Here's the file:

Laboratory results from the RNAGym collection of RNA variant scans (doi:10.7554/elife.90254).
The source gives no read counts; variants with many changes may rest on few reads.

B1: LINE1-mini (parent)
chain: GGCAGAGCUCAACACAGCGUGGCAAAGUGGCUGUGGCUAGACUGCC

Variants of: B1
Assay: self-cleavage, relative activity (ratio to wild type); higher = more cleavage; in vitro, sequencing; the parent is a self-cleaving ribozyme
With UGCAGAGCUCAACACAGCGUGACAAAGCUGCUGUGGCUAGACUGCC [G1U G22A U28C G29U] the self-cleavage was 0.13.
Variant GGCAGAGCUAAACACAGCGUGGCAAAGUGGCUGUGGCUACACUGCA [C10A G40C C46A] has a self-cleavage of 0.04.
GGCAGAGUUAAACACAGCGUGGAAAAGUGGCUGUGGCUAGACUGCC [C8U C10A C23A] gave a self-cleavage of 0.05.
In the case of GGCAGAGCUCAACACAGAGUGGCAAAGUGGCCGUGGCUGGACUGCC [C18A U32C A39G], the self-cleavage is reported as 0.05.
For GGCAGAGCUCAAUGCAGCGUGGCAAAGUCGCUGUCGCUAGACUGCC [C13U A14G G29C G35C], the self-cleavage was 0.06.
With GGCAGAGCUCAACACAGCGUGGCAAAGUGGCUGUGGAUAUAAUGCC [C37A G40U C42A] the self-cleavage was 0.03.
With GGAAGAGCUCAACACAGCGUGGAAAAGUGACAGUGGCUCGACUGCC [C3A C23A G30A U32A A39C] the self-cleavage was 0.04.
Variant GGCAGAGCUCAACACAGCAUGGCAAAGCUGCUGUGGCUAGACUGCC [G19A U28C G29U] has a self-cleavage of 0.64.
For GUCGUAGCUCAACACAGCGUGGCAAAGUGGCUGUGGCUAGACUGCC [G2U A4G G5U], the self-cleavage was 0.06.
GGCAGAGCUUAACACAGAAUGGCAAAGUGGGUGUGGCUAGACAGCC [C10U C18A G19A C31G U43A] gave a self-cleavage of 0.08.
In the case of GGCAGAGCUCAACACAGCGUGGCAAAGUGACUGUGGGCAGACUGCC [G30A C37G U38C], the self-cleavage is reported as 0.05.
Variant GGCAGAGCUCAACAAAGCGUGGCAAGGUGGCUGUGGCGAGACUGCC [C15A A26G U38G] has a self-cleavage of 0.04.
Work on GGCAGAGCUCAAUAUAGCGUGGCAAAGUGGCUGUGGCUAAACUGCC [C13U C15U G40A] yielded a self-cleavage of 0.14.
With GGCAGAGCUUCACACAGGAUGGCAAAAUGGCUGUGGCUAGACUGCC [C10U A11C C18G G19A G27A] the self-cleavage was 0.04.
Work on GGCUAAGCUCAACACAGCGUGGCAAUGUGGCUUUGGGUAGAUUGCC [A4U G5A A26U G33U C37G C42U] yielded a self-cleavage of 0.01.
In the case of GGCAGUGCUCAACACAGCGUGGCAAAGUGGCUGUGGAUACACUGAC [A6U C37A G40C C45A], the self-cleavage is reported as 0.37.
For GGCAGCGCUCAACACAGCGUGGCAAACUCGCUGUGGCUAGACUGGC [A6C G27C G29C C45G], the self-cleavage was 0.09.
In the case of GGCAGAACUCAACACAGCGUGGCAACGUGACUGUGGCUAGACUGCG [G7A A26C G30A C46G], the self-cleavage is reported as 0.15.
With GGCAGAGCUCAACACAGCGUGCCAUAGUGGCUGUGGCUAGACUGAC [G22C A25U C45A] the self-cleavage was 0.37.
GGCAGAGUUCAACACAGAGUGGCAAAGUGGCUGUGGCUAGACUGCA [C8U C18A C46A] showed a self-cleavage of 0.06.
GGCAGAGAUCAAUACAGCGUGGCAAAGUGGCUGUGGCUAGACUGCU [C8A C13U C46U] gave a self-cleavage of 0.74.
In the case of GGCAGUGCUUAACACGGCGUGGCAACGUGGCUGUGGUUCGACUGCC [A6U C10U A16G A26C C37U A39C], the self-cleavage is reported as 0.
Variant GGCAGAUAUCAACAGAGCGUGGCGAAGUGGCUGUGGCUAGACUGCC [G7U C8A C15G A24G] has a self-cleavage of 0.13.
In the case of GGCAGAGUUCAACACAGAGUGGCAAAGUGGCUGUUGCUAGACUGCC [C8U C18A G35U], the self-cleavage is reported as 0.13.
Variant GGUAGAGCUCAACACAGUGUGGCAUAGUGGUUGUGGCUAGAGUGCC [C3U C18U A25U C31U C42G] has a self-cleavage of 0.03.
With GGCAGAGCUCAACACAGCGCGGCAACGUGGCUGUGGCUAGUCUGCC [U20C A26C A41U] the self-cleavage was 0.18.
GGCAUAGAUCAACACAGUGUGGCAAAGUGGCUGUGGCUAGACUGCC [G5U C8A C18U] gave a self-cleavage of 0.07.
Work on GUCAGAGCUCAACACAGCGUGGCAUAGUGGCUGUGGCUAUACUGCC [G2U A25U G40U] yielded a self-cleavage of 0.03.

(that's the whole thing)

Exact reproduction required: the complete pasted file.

Laboratory results from the RNAGym collection of RNA variant scans (doi:10.7554/elife.90254).
The source gives no read counts; variants with many changes may rest on few reads.

B1: LINE1-mini (parent)
chain: GGCAGAGCUCAACACAGCGUGGCAAAGUGGCUGUGGCUAGACUGCC

Variants of: B1
Assay: self-cleavage, relative activity (ratio to wild type); higher = more cleavage; in vitro, sequencing; the parent is a self-cleaving ribozyme
With UGCAGAGCUCAACACAGCGUGACAAAGCUGCUGUGGCUAGACUGCC [G1U G22A U28C G29U] the self-cleavage was 0.13.
Variant GGCAGAGCUAAACACAGCGUGGCAAAGUGGCUGUGGCUACACUGCA [C10A G40C C46A] has a self-cleavage of 0.04.
GGCAGAGUUAAACACAGCGUGGAAAAGUGGCUGUGGCUAGACUGCC [C8U C10A C23A] gave a self-cleavage of 0.05.
In the case of GGCAGAGCUCAACACAGAGUGGCAAAGUGGCCGUGGCUGGACUGCC [C18A U32C A39G], the self-cleavage is reported as 0.05.
For GGCAGAGCUCAAUGCAGCGUGGCAAAGUCGCUGUCGCUAGACUGCC [C13U A14G G29C G35C], the self-cleavage was 0.06.
With GGCAGAGCUCAACACAGCGUGGCAAAGUGGCUGUGGAUAUAAUGCC [C37A G40U C42A] the self-cleavage was 0.03.
With GGAAGAGCUCAACACAGCGUGGAAAAGUGACAGUGGCUCGACUGCC [C3A C23A G30A U32A A39C] the self-cleavage was 0.04.
Variant GGCAGAGCUCAACACAGCAUGGCAAAGCUGCUGUGGCUAGACUGCC [G19A U28C G29U] has a self-cleavage of 0.64.
For GUCGUAGCUCAACACAGCGUGGCAAAGUGGCUGUGGCUAGACUGCC [G2U A4G G5U], the self-cleavage was 0.06.
GGCAGAGCUUAACACAGAAUGGCAAAGUGGGUGUGGCUAGACAGCC [C10U C18A G19A C31G U43A] gave a self-cleavage of 0.08.
In the case of GGCAGAGCUCAACACAGCGUGGCAAAGUGACUGUGGGCAGACUGCC [G30A C37G U38C], the self-cleavage is reported as 0.05.
Variant GGCAGAGCUCAACAAAGCGUGGCAAGGUGGCUGUGGCGAGACUGCC [C15A A26G U38G] has a self-cleavage of 0.04.
Work on GGCAGAGCUCAAUAUAGCGUGGCAAAGUGGCUGUGGCUAAACUGCC [C13U C15U G40A] yielded a self-cleavage of 0.14.
With GGCAGAGCUUCACACAGGAUGGCAAAAUGGCUGUGGCUAGACUGCC [C10U A11C C18G G19A G27A] the self-cleavage was 0.04.
Work on GGCUAAGCUCAACACAGCGUGGCAAUGUGGCUUUGGGUAGAUUGCC [A4U G5A A26U G33U C37G C42U] yielded a self-cleavage of 0.01.
In the case of GGCAGUGCUCAACACAGCGUGGCAAAGUGGCUGUGGAUACACUGAC [A6U C37A G40C C45A], the self-cleavage is reported as 0.37.
For GGCAGCGCUCAACACAGCGUGGCAAACUCGCUGUGGCUAGACUGGC [A6C G27C G29C C45G], the self-cleavage was 0.09.
In the case of GGCAGAACUCAACACAGCGUGGCAACGUGACUGUGGCUAGACUGCG [G7A A26C G30A C46G], the self-cleavage is reported as 0.15.
With GGCAGAGCUCAACACAGCGUGCCAUAGUGGCUGUGGCUAGACUGAC [G22C A25U C45A] the self-cleavage was 0.37.
GGCAGAGUUCAACACAGAGUGGCAAAGUGGCUGUGGCUAGACUGCA [C8U C18A C46A] showed a self-cleavage of 0.06.
GGCAGAGAUCAAUACAGCGUGGCAAAGUGGCUGUGGCUAGACUGCU [C8A C13U C46U] gave a self-cleavage of 0.74.
In the case of GGCAGUGCUUAACACGGCGUGGCAACGUGGCUGUGGUUCGACUGCC [A6U C10U A16G A26C C37U A39C], the self-cleavage is reported as 0.
Variant GGCAGAUAUCAACAGAGCGUGGCGAAGUGGCUGUGGCUAGACUGCC [G7U C8A C15G A24G] has a self-cleavage of 0.13.
In the case of GGCAGAGUUCAACACAGAGUGGCAAAGUGGCUGUUGCUAGACUGCC [C8U C18A G35U], the self-cleavage is reported as 0.13.
Variant GGUAGAGCUCAACACAGUGUGGCAUAGUGGUUGUGGCUAGAGUGCC [C3U C18U A25U C31U C42G] has a self-cleavage of 0.03.
With GGCAGAGCUCAACACAGCGCGGCAACGUGGCUGUGGCUAGUCUGCC [U20C A26C A41U] the self-cleavage was 0.18.
GGCAUAGAUCAACACAGUGUGGCAAAGUGGCUGUGGCUAGACUGCC [G5U C8A C18U] gave a self-cleavage of 0.07.
Work on GUCAGAGCUCAACACAGCGUGGCAUAGUGGCUGUGGCUAUACUGCC [G2U A25U G40U] yielded a self-cleavage of 0.03.